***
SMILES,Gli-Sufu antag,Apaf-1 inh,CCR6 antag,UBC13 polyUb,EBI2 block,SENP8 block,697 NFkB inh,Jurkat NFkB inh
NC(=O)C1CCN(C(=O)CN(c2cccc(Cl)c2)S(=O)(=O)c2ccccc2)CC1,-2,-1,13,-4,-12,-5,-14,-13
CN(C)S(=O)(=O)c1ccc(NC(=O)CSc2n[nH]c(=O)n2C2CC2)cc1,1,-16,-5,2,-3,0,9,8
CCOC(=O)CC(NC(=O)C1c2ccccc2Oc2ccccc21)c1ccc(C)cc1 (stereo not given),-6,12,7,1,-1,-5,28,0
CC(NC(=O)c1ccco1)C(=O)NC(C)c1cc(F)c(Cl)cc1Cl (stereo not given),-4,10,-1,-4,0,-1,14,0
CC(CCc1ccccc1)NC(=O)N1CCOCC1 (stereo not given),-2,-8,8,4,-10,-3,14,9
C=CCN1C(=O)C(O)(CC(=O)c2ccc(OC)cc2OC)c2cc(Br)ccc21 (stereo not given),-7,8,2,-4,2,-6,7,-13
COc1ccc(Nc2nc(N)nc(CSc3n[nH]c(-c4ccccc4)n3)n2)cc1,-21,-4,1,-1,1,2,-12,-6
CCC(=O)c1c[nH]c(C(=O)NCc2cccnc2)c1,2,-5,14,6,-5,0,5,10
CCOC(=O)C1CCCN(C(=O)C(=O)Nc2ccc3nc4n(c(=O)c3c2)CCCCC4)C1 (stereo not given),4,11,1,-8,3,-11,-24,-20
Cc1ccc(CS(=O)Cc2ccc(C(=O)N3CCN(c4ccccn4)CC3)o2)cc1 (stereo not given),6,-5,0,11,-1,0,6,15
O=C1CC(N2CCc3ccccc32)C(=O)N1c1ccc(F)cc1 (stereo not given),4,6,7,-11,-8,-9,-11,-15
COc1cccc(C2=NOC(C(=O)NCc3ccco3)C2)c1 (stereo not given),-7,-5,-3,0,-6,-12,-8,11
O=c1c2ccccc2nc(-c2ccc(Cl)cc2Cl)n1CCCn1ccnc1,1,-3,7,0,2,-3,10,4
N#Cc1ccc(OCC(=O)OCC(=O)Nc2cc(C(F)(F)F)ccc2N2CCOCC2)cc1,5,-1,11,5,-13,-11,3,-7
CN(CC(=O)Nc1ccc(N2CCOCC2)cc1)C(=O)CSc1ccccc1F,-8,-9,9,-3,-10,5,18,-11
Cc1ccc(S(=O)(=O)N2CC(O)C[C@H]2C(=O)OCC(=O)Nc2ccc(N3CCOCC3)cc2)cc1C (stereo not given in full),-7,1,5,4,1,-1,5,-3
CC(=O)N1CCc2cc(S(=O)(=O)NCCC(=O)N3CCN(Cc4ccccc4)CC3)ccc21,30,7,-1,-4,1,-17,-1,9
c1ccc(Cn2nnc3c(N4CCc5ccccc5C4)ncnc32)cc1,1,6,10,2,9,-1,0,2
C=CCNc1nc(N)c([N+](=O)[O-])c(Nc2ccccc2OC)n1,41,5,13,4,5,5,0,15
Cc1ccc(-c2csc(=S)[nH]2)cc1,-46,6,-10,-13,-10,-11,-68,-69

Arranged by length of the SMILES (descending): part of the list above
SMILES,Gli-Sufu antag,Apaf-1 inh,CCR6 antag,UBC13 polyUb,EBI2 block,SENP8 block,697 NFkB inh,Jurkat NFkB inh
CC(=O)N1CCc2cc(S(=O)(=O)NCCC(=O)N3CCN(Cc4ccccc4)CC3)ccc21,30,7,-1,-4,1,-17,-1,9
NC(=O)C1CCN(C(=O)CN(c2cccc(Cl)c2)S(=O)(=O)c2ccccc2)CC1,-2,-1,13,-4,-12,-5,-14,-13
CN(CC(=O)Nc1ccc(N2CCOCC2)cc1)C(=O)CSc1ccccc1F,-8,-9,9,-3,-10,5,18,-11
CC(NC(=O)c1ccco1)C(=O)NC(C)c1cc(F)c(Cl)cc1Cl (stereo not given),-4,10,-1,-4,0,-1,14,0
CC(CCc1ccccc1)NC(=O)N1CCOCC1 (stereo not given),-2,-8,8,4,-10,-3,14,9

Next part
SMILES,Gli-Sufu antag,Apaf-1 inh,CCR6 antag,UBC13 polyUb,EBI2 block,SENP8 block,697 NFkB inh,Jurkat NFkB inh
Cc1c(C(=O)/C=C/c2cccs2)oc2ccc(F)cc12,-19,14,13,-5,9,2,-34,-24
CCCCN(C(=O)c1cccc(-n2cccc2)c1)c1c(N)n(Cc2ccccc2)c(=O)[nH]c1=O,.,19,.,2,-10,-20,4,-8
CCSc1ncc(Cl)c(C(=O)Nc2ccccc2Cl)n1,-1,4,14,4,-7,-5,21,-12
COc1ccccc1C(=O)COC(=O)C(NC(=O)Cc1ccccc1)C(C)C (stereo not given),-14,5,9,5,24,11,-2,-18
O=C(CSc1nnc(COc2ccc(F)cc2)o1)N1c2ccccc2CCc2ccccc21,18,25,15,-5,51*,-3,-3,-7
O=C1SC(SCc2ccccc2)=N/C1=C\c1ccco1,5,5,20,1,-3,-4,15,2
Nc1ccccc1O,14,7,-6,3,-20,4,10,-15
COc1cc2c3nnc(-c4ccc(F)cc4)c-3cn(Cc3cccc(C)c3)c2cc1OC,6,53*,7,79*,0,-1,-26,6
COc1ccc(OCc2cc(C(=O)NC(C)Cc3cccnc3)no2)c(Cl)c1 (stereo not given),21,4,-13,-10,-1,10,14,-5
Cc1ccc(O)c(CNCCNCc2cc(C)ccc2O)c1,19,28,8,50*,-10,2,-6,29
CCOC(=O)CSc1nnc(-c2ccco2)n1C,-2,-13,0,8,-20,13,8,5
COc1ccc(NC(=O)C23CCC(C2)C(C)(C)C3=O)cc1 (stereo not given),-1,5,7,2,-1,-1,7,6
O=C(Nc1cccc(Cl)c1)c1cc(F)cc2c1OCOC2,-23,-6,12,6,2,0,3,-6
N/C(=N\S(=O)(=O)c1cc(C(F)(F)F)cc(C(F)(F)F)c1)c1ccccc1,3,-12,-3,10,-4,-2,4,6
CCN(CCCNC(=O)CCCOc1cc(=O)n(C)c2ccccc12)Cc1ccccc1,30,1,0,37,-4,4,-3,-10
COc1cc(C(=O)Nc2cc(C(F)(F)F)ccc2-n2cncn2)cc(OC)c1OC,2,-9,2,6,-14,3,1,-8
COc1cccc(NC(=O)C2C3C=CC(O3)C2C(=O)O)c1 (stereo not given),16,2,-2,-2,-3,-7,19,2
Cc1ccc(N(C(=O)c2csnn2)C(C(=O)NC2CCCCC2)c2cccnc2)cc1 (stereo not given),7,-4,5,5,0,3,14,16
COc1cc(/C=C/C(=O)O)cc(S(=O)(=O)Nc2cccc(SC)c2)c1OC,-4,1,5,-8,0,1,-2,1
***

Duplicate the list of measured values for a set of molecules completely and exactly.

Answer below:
SMILES,Gli-Sufu antag,Apaf-1 inh,CCR6 antag,UBC13 polyUb,EBI2 block,SENP8 block,697 NFkB inh,Jurkat NFkB inh
NC(=O)C1CCN(C(=O)CN(c2cccc(Cl)c2)S(=O)(=O)c2ccccc2)CC1,-2,-1,13,-4,-12,-5,-14,-13
CN(C)S(=O)(=O)c1ccc(NC(=O)CSc2n[nH]c(=O)n2C2CC2)cc1,1,-16,-5,2,-3,0,9,8
CCOC(=O)CC(NC(=O)C1c2ccccc2Oc2ccccc21)c1ccc(C)cc1 (stereo not given),-6,12,7,1,-1,-5,28,0
CC(NC(=O)c1ccco1)C(=O)NC(C)c1cc(F)c(Cl)cc1Cl (stereo not given),-4,10,-1,-4,0,-1,14,0
CC(CCc1ccccc1)NC(=O)N1CCOCC1 (stereo not given),-2,-8,8,4,-10,-3,14,9
C=CCN1C(=O)C(O)(CC(=O)c2ccc(OC)cc2OC)c2cc(Br)ccc21 (stereo not given),-7,8,2,-4,2,-6,7,-13
COc1ccc(Nc2nc(N)nc(CSc3n[nH]c(-c4ccccc4)n3)n2)cc1,-21,-4,1,-1,1,2,-12,-6
CCC(=O)c1c[nH]c(C(=O)NCc2cccnc2)c1,2,-5,14,6,-5,0,5,10
CCOC(=O)C1CCCN(C(=O)C(=O)Nc2ccc3nc4n(c(=O)c3c2)CCCCC4)C1 (stereo not given),4,11,1,-8,3,-11,-24,-20
Cc1ccc(CS(=O)Cc2ccc(C(=O)N3CCN(c4ccccn4)CC3)o2)cc1 (stereo not given),6,-5,0,11,-1,0,6,15
O=C1CC(N2CCc3ccccc32)C(=O)N1c1ccc(F)cc1 (stereo not given),4,6,7,-11,-8,-9,-11,-15
COc1cccc(C2=NOC(C(=O)NCc3ccco3)C2)c1 (stereo not given),-7,-5,-3,0,-6,-12,-8,11
O=c1c2ccccc2nc(-c2ccc(Cl)cc2Cl)n1CCCn1ccnc1,1,-3,7,0,2,-3,10,4
N#Cc1ccc(OCC(=O)OCC(=O)Nc2cc(C(F)(F)F)ccc2N2CCOCC2)cc1,5,-1,11,5,-13,-11,3,-7
CN(CC(=O)Nc1ccc(N2CCOCC2)cc1)C(=O)CSc1ccccc1F,-8,-9,9,-3,-10,5,18,-11
Cc1ccc(S(=O)(=O)N2CC(O)C[C@H]2C(=O)OCC(=O)Nc2ccc(N3CCOCC3)cc2)cc1C (stereo not given in full),-7,1,5,4,1,-1,5,-3
CC(=O)N1CCc2cc(S(=O)(=O)NCCC(=O)N3CCN(Cc4ccccc4)CC3)ccc21,30,7,-1,-4,1,-17,-1,9
c1ccc(Cn2nnc3c(N4CCc5ccccc5C4)ncnc32)cc1,1,6,10,2,9,-1,0,2
C=CCNc1nc(N)c([N+](=O)[O-])c(Nc2ccccc2OC)n1,41,5,13,4,5,5,0,15
Cc1ccc(-c2csc(=S)[nH]2)cc1,-46,6,-10,-13,-10,-11,-68,-69

Arranged by length of the SMILES (descending): part of the list above
SMILES,Gli-Sufu antag,Apaf-1 inh,CCR6 antag,UBC13 polyUb,EBI2 block,SENP8 block,697 NFkB inh,Jurkat NFkB inh
CC(=O)N1CCc2cc(S(=O)(=O)NCCC(=O)N3CCN(Cc4ccccc4)CC3)ccc21,30,7,-1,-4,1,-17,-1,9
NC(=O)C1CCN(C(=O)CN(c2cccc(Cl)c2)S(=O)(=O)c2ccccc2)CC1,-2,-1,13,-4,-12,-5,-14,-13
CN(CC(=O)Nc1ccc(N2CCOCC2)cc1)C(=O)CSc1ccccc1F,-8,-9,9,-3,-10,5,18,-11
CC(NC(=O)c1ccco1)C(=O)NC(C)c1cc(F)c(Cl)cc1Cl (stereo not given),-4,10,-1,-4,0,-1,14,0
CC(CCc1ccccc1)NC(=O)N1CCOCC1 (stereo not given),-2,-8,8,4,-10,-3,14,9

Next part
SMILES,Gli-Sufu antag,Apaf-1 inh,CCR6 antag,UBC13 polyUb,EBI2 block,SENP8 block,697 NFkB inh,Jurkat NFkB inh
Cc1c(C(=O)/C=C/c2cccs2)oc2ccc(F)cc12,-19,14,13,-5,9,2,-34,-24
CCCCN(C(=O)c1cccc(-n2cccc2)c1)c1c(N)n(Cc2ccccc2)c(=O)[nH]c1=O,.,19,.,2,-10,-20,4,-8
CCSc1ncc(Cl)c(C(=O)Nc2ccccc2Cl)n1,-1,4,14,4,-7,-5,21,-12
COc1ccccc1C(=O)COC(=O)C(NC(=O)Cc1ccccc1)C(C)C (stereo not given),-14,5,9,5,24,11,-2,-18
O=C(CSc1nnc(COc2ccc(F)cc2)o1)N1c2ccccc2CCc2ccccc21,18,25,15,-5,51*,-3,-3,-7
O=C1SC(SCc2ccccc2)=N/C1=C\c1ccco1,5,5,20,1,-3,-4,15,2
Nc1ccccc1O,14,7,-6,3,-20,4,10,-15
COc1cc2c3nnc(-c4ccc(F)cc4)c-3cn(Cc3cccc(C)c3)c2cc1OC,6,53*,7,79*,0,-1,-26,6
COc1ccc(OCc2cc(C(=O)NC(C)Cc3cccnc3)no2)c(Cl)c1 (stereo not given),21,4,-13,-10,-1,10,14,-5
Cc1ccc(O)c(CNCCNCc2cc(C)ccc2O)c1,19,28,8,50*,-10,2,-6,29
CCOC(=O)CSc1nnc(-c2ccco2)n1C,-2,-13,0,8,-20,13,8,5
COc1ccc(NC(=O)C23CCC(C2)C(C)(C)C3=O)cc1 (stereo not given),-1,5,7,2,-1,-1,7,6
O=C(Nc1cccc(Cl)c1)c1cc(F)cc2c1OCOC2,-23,-6,12,6,2,0,3,-6
N/C(=N\S(=O)(=O)c1cc(C(F)(F)F)cc(C(F)(F)F)c1)c1ccccc1,3,-12,-3,10,-4,-2,4,6
CCN(CCCNC(=O)CCCOc1cc(=O)n(C)c2ccccc12)Cc1ccccc1,30,1,0,37,-4,4,-3,-10
COc1cc(C(=O)Nc2cc(C(F)(F)F)ccc2-n2cncn2)cc(OC)c1OC,2,-9,2,6,-14,3,1,-8
COc1cccc(NC(=O)C2C3C=CC(O3)C2C(=O)O)c1 (stereo not given),16,2,-2,-2,-3,-7,19,2
Cc1ccc(N(C(=O)c2csnn2)C(C(=O)NC2CCCCC2)c2cccnc2)cc1 (stereo not given),7,-4,5,5,0,3,14,16
COc1cc(/C=C/C(=O)O)cc(S(=O)(=O)Nc2cccc(SC)c2)c1OC,-4,1,5,-8,0,1,-2,1